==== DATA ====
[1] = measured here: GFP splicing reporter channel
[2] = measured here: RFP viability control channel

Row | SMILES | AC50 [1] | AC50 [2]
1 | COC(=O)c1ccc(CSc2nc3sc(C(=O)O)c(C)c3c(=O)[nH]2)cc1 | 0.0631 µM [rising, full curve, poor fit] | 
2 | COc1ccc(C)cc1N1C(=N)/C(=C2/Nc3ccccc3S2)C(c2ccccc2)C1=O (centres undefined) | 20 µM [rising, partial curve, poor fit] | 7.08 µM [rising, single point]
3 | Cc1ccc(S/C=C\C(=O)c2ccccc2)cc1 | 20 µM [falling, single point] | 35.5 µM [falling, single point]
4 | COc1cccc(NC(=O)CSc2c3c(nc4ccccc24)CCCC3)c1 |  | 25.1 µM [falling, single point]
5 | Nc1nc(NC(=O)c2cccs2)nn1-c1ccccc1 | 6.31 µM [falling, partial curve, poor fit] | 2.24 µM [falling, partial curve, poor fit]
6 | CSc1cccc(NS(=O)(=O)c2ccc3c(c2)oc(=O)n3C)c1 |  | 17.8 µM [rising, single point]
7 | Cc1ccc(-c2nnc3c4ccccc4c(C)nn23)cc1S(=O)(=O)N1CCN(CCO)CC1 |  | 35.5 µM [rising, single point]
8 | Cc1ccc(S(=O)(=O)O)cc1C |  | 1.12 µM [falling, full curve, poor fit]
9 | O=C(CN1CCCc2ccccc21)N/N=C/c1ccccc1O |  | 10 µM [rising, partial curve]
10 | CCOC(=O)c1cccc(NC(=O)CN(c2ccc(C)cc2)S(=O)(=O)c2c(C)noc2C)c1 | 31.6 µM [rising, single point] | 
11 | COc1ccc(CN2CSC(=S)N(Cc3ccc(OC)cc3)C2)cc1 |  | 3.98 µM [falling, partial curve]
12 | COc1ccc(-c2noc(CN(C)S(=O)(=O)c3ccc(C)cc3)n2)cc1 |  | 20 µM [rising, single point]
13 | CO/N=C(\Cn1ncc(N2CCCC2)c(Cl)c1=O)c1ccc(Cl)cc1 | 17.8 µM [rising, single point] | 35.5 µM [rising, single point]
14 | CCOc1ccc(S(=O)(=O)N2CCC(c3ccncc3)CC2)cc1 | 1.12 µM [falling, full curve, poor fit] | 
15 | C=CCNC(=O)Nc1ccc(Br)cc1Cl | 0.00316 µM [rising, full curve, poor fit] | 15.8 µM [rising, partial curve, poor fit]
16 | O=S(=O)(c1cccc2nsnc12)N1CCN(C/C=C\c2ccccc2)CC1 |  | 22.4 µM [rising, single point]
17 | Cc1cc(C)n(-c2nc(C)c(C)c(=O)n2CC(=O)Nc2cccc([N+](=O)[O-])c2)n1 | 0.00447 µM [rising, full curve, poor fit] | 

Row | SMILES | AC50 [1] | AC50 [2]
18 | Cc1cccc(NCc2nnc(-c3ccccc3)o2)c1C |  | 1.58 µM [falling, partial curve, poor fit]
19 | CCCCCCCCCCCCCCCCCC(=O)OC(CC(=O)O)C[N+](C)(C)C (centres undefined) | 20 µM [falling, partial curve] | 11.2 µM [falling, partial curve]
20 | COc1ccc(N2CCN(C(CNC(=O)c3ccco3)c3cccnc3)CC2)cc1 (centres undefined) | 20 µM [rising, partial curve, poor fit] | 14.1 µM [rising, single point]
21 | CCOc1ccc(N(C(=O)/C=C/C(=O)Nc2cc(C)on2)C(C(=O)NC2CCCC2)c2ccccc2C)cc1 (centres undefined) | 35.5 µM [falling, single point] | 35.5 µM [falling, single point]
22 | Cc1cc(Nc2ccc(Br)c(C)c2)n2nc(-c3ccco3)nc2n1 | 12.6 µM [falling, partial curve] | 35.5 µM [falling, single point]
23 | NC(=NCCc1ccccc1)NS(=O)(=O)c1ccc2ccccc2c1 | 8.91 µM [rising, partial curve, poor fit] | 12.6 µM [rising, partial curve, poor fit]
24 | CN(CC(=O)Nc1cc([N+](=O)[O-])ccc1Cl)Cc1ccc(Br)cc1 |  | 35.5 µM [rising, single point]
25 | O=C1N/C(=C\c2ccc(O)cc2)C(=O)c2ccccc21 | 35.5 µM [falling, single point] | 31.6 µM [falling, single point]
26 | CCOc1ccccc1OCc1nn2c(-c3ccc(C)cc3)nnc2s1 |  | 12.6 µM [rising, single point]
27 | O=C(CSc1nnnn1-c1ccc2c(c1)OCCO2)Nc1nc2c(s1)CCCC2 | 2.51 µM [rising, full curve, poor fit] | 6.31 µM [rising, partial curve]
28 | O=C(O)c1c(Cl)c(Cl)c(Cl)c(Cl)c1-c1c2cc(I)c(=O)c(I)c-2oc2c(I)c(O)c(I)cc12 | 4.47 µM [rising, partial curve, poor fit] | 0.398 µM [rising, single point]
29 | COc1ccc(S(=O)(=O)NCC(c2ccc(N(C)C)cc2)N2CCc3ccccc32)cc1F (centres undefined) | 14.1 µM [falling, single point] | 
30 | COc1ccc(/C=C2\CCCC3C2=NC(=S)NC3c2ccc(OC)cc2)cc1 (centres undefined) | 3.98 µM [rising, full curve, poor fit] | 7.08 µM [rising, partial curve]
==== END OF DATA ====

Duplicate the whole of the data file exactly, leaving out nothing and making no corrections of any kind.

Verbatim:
[1] = measured here: GFP splicing reporter channel
[2] = measured here: RFP viability control channel

Row | SMILES | AC50 [1] | AC50 [2]
1 | COC(=O)c1ccc(CSc2nc3sc(C(=O)O)c(C)c3c(=O)[nH]2)cc1 | 0.0631 µM [rising, full curve, poor fit] | 
2 | COc1ccc(C)cc1N1C(=N)/C(=C2/Nc3ccccc3S2)C(c2ccccc2)C1=O (centres undefined) | 20 µM [rising, partial curve, poor fit] | 7.08 µM [rising, single point]
3 | Cc1ccc(S/C=C\C(=O)c2ccccc2)cc1 | 20 µM [falling, single point] | 35.5 µM [falling, single point]
4 | COc1cccc(NC(=O)CSc2c3c(nc4ccccc24)CCCC3)c1 |  | 25.1 µM [falling, single point]
5 | Nc1nc(NC(=O)c2cccs2)nn1-c1ccccc1 | 6.31 µM [falling, partial curve, poor fit] | 2.24 µM [falling, partial curve, poor fit]
6 | CSc1cccc(NS(=O)(=O)c2ccc3c(c2)oc(=O)n3C)c1 |  | 17.8 µM [rising, single point]
7 | Cc1ccc(-c2nnc3c4ccccc4c(C)nn23)cc1S(=O)(=O)N1CCN(CCO)CC1 |  | 35.5 µM [rising, single point]
8 | Cc1ccc(S(=O)(=O)O)cc1C |  | 1.12 µM [falling, full curve, poor fit]
9 | O=C(CN1CCCc2ccccc21)N/N=C/c1ccccc1O |  | 10 µM [rising, partial curve]
10 | CCOC(=O)c1cccc(NC(=O)CN(c2ccc(C)cc2)S(=O)(=O)c2c(C)noc2C)c1 | 31.6 µM [rising, single point] | 
11 | COc1ccc(CN2CSC(=S)N(Cc3ccc(OC)cc3)C2)cc1 |  | 3.98 µM [falling, partial curve]
12 | COc1ccc(-c2noc(CN(C)S(=O)(=O)c3ccc(C)cc3)n2)cc1 |  | 20 µM [rising, single point]
13 | CO/N=C(\Cn1ncc(N2CCCC2)c(Cl)c1=O)c1ccc(Cl)cc1 | 17.8 µM [rising, single point] | 35.5 µM [rising, single point]
14 | CCOc1ccc(S(=O)(=O)N2CCC(c3ccncc3)CC2)cc1 | 1.12 µM [falling, full curve, poor fit] | 
15 | C=CCNC(=O)Nc1ccc(Br)cc1Cl | 0.00316 µM [rising, full curve, poor fit] | 15.8 µM [rising, partial curve, poor fit]
16 | O=S(=O)(c1cccc2nsnc12)N1CCN(C/C=C\c2ccccc2)CC1 |  | 22.4 µM [rising, single point]
17 | Cc1cc(C)n(-c2nc(C)c(C)c(=O)n2CC(=O)Nc2cccc([N+](=O)[O-])c2)n1 | 0.00447 µM [rising, full curve, poor fit] | 

Row | SMILES | AC50 [1] | AC50 [2]
18 | Cc1cccc(NCc2nnc(-c3ccccc3)o2)c1C |  | 1.58 µM [falling, partial curve, poor fit]
19 | CCCCCCCCCCCCCCCCCC(=O)OC(CC(=O)O)C[N+](C)(C)C (centres undefined) | 20 µM [falling, partial curve] | 11.2 µM [falling, partial curve]
20 | COc1ccc(N2CCN(C(CNC(=O)c3ccco3)c3cccnc3)CC2)cc1 (centres undefined) | 20 µM [rising, partial curve, poor fit] | 14.1 µM [rising, single point]
21 | CCOc1ccc(N(C(=O)/C=C/C(=O)Nc2cc(C)on2)C(C(=O)NC2CCCC2)c2ccccc2C)cc1 (centres undefined) | 35.5 µM [falling, single point] | 35.5 µM [falling, single point]
22 | Cc1cc(Nc2ccc(Br)c(C)c2)n2nc(-c3ccco3)nc2n1 | 12.6 µM [falling, partial curve] | 35.5 µM [falling, single point]
23 | NC(=NCCc1ccccc1)NS(=O)(=O)c1ccc2ccccc2c1 | 8.91 µM [rising, partial curve, poor fit] | 12.6 µM [rising, partial curve, poor fit]
24 | CN(CC(=O)Nc1cc([N+](=O)[O-])ccc1Cl)Cc1ccc(Br)cc1 |  | 35.5 µM [rising, single point]
25 | O=C1N/C(=C\c2ccc(O)cc2)C(=O)c2ccccc21 | 35.5 µM [falling, single point] | 31.6 µM [falling, single point]
26 | CCOc1ccccc1OCc1nn2c(-c3ccc(C)cc3)nnc2s1 |  | 12.6 µM [rising, single point]
27 | O=C(CSc1nnnn1-c1ccc2c(c1)OCCO2)Nc1nc2c(s1)CCCC2 | 2.51 µM [rising, full curve, poor fit] | 6.31 µM [rising, partial curve]
28 | O=C(O)c1c(Cl)c(Cl)c(Cl)c(Cl)c1-c1c2cc(I)c(=O)c(I)c-2oc2c(I)c(O)c(I)cc12 | 4.47 µM [rising, partial curve, poor fit] | 0.398 µM [rising, single point]
29 | COc1ccc(S(=O)(=O)NCC(c2ccc(N(C)C)cc2)N2CCc3ccccc32)cc1F (centres undefined) | 14.1 µM [falling, single point] | 
30 | COc1ccc(/C=C2\CCCC3C2=NC(=S)NC3c2ccc(OC)cc2)cc1 (centres undefined) | 3.98 µM [rising, full curve, poor fit] | 7.08 µM [rising, partial curve]